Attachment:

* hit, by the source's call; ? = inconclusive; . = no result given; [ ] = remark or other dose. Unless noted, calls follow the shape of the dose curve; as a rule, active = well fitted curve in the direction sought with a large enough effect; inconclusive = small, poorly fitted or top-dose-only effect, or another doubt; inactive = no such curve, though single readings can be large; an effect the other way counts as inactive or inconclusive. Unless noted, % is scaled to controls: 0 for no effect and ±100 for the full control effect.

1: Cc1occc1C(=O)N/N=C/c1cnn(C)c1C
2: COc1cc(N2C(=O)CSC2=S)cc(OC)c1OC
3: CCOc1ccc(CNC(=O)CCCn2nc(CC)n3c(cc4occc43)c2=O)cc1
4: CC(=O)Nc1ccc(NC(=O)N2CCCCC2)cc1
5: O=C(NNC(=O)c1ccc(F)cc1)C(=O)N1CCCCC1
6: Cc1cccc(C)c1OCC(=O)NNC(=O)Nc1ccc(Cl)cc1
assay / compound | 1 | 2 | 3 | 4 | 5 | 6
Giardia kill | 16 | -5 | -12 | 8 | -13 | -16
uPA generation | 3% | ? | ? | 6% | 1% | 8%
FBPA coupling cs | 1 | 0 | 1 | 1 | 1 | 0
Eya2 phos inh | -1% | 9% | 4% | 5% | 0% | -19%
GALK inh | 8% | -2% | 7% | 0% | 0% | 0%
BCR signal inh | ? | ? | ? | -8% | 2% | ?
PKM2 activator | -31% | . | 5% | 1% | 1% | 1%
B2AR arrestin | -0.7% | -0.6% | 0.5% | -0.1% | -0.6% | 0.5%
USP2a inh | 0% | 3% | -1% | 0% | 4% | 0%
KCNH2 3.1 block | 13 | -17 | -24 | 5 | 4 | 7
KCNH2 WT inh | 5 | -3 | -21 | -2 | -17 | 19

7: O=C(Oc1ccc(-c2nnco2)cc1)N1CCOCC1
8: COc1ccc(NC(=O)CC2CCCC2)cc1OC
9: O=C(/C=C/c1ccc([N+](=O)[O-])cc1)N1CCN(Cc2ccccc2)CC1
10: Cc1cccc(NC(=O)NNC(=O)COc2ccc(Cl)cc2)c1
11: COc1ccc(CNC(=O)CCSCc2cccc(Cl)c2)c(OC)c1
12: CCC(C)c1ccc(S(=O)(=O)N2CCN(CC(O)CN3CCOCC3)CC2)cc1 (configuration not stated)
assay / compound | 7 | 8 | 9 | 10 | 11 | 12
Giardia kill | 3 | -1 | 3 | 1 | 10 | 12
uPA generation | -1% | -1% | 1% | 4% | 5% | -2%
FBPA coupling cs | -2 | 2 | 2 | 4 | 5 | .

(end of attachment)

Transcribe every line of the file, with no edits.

* hit, by the source's call; ? = inconclusive; . = no result given; [ ] = remark or other dose. Unless noted, calls follow the shape of the dose curve; as a rule, active = well fitted curve in the direction sought with a large enough effect; inconclusive = small, poorly fitted or top-dose-only effect, or another doubt; inactive = no such curve, though single readings can be large; an effect the other way counts as inactive or inconclusive. Unless noted, % is scaled to controls: 0 for no effect and ±100 for the full control effect.

1: Cc1occc1C(=O)N/N=C/c1cnn(C)c1C
2: COc1cc(N2C(=O)CSC2=S)cc(OC)c1OC
3: CCOc1ccc(CNC(=O)CCCn2nc(CC)n3c(cc4occc43)c2=O)cc1
4: CC(=O)Nc1ccc(NC(=O)N2CCCCC2)cc1
5: O=C(NNC(=O)c1ccc(F)cc1)C(=O)N1CCCCC1
6: Cc1cccc(C)c1OCC(=O)NNC(=O)Nc1ccc(Cl)cc1
assay / compound | 1 | 2 | 3 | 4 | 5 | 6
Giardia kill | 16 | -5 | -12 | 8 | -13 | -16
uPA generation | 3% | ? | ? | 6% | 1% | 8%
FBPA coupling cs | 1 | 0 | 1 | 1 | 1 | 0
Eya2 phos inh | -1% | 9% | 4% | 5% | 0% | -19%
GALK inh | 8% | -2% | 7% | 0% | 0% | 0%
BCR signal inh | ? | ? | ? | -8% | 2% | ?
PKM2 activator | -31% | . | 5% | 1% | 1% | 1%
B2AR arrestin | -0.7% | -0.6% | 0.5% | -0.1% | -0.6% | 0.5%
USP2a inh | 0% | 3% | -1% | 0% | 4% | 0%
KCNH2 3.1 block | 13 | -17 | -24 | 5 | 4 | 7
KCNH2 WT inh | 5 | -3 | -21 | -2 | -17 | 19

7: O=C(Oc1ccc(-c2nnco2)cc1)N1CCOCC1
8: COc1ccc(NC(=O)CC2CCCC2)cc1OC
9: O=C(/C=C/c1ccc([N+](=O)[O-])cc1)N1CCN(Cc2ccccc2)CC1
10: Cc1cccc(NC(=O)NNC(=O)COc2ccc(Cl)cc2)c1
11: COc1ccc(CNC(=O)CCSCc2cccc(Cl)c2)c(OC)c1
12: CCC(C)c1ccc(S(=O)(=O)N2CCN(CC(O)CN3CCOCC3)CC2)cc1 (configuration not stated)
assay / compound | 7 | 8 | 9 | 10 | 11 | 12
Giardia kill | 3 | -1 | 3 | 1 | 10 | 12
uPA generation | -1% | -1% | 1% | 4% | 5% | -2%
FBPA coupling cs | -2 | 2 | 2 | 4 | 5 | .